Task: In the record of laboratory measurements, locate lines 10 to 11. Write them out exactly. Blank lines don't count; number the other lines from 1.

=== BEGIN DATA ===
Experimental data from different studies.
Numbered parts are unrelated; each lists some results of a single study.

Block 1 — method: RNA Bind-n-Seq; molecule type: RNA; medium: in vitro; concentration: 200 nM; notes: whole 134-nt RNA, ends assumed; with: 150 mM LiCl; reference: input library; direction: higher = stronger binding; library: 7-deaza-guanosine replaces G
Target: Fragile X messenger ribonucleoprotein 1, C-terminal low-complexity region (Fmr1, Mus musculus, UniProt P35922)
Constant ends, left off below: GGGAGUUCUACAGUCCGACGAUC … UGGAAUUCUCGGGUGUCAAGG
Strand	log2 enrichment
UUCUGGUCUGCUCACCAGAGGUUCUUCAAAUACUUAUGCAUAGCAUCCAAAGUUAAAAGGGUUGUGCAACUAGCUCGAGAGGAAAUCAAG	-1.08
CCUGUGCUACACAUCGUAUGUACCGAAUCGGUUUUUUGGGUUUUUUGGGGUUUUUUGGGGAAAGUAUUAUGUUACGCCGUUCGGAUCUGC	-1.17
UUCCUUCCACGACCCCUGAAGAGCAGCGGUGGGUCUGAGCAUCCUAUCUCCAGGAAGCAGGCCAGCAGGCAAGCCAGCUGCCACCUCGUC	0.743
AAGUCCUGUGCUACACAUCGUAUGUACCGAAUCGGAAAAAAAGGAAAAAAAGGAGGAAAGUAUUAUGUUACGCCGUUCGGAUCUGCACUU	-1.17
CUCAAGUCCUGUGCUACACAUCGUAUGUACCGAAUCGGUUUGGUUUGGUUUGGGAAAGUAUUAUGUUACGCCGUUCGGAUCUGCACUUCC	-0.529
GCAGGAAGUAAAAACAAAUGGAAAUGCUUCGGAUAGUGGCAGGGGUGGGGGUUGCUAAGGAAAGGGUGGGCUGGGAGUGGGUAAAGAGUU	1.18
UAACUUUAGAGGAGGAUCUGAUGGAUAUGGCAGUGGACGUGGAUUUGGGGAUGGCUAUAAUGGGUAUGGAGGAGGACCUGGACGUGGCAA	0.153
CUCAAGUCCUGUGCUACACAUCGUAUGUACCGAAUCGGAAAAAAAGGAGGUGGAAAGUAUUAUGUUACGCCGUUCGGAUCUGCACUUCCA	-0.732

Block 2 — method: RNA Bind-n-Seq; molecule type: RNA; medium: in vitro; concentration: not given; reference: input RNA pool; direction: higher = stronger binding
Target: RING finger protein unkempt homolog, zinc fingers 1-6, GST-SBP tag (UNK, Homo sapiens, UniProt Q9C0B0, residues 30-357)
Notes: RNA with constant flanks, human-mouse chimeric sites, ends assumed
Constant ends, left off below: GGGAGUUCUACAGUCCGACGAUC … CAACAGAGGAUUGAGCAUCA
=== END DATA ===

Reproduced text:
AAGUCCUGUGCUACACAUCGUAUGUACCGAAUCGGAAAAAAAGGAAAAAAAGGAGGAAAGUAUUAUGUUACGCCGUUCGGAUCUGCACUU	-1.17
CUCAAGUCCUGUGCUACACAUCGUAUGUACCGAAUCGGUUUGGUUUGGUUUGGGAAAGUAUUAUGUUACGCCGUUCGGAUCUGCACUUCC	-0.529